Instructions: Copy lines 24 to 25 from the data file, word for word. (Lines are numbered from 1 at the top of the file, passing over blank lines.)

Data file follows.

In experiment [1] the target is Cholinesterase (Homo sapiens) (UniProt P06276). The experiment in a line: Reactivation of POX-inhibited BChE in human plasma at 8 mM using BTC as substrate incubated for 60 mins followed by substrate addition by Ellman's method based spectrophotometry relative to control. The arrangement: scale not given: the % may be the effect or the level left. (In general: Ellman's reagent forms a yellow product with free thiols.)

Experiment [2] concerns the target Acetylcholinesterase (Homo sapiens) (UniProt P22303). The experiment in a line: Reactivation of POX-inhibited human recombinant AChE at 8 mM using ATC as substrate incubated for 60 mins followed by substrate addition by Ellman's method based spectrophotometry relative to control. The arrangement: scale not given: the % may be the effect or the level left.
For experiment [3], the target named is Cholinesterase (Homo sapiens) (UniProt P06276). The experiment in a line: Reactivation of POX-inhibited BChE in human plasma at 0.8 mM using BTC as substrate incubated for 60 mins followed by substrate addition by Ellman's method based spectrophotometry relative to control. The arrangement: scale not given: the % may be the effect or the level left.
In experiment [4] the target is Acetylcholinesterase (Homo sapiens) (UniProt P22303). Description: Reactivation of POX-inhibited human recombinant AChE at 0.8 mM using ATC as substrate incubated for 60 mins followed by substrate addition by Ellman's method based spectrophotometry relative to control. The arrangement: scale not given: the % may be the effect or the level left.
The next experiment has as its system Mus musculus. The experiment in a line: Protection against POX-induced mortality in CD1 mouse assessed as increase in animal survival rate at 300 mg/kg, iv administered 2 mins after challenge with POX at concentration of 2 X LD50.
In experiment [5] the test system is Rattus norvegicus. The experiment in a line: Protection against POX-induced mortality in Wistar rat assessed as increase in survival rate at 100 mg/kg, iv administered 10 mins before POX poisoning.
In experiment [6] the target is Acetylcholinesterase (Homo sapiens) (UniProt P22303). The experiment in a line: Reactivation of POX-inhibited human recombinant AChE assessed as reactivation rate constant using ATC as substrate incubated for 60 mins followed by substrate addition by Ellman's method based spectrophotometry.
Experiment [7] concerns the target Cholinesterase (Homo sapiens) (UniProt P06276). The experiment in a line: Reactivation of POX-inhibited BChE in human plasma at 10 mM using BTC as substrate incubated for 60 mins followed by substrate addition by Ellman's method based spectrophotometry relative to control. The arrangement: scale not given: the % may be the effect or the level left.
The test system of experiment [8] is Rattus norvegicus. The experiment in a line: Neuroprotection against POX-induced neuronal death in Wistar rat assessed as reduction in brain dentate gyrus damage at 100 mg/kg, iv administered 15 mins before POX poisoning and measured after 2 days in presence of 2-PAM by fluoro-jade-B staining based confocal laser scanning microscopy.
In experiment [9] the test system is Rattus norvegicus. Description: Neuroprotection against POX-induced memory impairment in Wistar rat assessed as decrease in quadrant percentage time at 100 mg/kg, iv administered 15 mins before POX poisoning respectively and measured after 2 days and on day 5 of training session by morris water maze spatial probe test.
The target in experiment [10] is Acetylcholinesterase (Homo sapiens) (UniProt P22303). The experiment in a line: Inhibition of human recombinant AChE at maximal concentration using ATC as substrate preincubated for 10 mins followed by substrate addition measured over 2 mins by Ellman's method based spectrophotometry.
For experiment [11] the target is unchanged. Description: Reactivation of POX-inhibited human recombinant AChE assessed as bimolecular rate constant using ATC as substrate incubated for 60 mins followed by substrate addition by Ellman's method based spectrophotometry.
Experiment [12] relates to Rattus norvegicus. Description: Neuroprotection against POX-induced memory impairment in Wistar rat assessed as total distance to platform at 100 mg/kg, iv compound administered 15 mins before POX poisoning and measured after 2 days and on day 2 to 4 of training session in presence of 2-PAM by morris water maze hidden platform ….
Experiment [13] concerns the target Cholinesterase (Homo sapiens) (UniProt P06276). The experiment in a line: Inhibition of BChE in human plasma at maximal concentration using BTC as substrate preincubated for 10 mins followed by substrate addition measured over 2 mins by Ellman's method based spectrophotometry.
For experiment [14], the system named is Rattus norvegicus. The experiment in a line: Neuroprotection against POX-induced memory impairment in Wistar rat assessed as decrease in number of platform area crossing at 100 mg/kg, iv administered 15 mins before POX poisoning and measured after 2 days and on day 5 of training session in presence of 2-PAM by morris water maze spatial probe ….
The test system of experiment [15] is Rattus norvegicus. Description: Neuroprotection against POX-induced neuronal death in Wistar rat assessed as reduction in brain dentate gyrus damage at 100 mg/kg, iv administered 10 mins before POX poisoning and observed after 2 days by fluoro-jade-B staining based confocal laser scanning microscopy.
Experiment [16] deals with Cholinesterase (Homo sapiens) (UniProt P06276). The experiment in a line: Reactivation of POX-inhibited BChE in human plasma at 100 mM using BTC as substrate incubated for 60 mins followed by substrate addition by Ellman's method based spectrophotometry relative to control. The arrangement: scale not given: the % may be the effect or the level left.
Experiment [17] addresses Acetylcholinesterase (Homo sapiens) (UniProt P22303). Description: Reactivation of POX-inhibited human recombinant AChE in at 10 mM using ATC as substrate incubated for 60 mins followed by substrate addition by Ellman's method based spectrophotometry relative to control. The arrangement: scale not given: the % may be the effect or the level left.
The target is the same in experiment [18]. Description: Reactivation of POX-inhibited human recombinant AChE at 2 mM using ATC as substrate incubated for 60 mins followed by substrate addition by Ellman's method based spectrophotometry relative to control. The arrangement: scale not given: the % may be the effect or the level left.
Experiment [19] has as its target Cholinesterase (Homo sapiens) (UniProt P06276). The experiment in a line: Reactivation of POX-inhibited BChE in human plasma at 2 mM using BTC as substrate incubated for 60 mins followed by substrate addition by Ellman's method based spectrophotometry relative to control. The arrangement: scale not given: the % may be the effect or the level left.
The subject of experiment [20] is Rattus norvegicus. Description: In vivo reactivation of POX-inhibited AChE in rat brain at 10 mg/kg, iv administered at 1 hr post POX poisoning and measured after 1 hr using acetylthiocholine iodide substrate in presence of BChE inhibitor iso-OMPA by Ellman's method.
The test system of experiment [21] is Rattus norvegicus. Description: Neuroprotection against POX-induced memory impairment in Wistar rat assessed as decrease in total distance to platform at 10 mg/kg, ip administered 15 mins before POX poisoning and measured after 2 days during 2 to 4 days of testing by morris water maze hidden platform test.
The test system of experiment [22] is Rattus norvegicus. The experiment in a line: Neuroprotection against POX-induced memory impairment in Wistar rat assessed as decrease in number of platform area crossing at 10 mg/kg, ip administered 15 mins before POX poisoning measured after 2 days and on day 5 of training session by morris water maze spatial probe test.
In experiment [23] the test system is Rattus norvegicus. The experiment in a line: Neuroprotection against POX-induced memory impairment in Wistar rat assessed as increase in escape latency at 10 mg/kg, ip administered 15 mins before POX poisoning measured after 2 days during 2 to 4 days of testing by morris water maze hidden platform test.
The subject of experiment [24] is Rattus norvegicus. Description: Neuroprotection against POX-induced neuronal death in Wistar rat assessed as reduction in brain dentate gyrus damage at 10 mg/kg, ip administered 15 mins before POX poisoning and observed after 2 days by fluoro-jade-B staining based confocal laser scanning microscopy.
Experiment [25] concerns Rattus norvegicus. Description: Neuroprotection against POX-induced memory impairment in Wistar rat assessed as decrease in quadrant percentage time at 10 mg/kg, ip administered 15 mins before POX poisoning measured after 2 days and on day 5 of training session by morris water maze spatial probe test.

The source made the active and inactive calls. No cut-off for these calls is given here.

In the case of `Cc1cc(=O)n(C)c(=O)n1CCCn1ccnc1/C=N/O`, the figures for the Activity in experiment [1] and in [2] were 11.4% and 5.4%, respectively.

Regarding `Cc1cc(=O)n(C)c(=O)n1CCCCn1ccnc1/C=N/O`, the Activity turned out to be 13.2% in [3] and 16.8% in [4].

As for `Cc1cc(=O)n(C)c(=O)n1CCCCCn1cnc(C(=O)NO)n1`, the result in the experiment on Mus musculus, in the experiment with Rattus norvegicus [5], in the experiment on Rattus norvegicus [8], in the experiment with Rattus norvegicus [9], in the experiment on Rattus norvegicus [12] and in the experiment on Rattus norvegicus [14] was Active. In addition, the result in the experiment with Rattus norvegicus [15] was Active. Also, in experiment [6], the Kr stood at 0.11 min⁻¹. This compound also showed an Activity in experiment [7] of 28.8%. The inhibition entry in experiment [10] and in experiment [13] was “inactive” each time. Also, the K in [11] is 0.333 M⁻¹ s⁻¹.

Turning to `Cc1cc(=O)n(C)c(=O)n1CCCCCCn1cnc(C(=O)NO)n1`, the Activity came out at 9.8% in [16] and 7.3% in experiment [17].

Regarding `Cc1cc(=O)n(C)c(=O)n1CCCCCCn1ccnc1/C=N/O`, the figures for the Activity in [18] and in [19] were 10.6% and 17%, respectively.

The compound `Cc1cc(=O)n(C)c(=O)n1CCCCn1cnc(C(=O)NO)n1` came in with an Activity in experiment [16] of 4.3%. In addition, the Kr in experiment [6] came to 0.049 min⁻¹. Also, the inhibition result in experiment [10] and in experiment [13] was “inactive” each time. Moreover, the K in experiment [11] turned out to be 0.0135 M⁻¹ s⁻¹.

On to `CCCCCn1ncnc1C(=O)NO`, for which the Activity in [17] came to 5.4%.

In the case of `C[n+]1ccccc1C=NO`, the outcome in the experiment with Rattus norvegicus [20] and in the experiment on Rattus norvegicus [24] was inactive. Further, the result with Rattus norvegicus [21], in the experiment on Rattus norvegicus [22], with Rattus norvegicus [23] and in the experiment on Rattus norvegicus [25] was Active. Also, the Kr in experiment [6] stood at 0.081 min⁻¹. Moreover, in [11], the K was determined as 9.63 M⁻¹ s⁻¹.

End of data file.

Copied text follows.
In experiment [23] the test system is Rattus norvegicus. The experiment in a line: Neuroprotection against POX-induced memory impairment in Wistar rat assessed as increase in escape latency at 10 mg/kg, ip administered 15 mins before POX poisoning measured after 2 days during 2 to 4 days of testing by morris water maze hidden platform test.
The subject of experiment [24] is Rattus norvegicus. Description: Neuroprotection against POX-induced neuronal death in Wistar rat assessed as reduction in brain dentate gyrus damage at 10 mg/kg, ip administered 15 mins before POX poisoning and observed after 2 days by fluoro-jade-B staining based confocal laser scanning microscopy.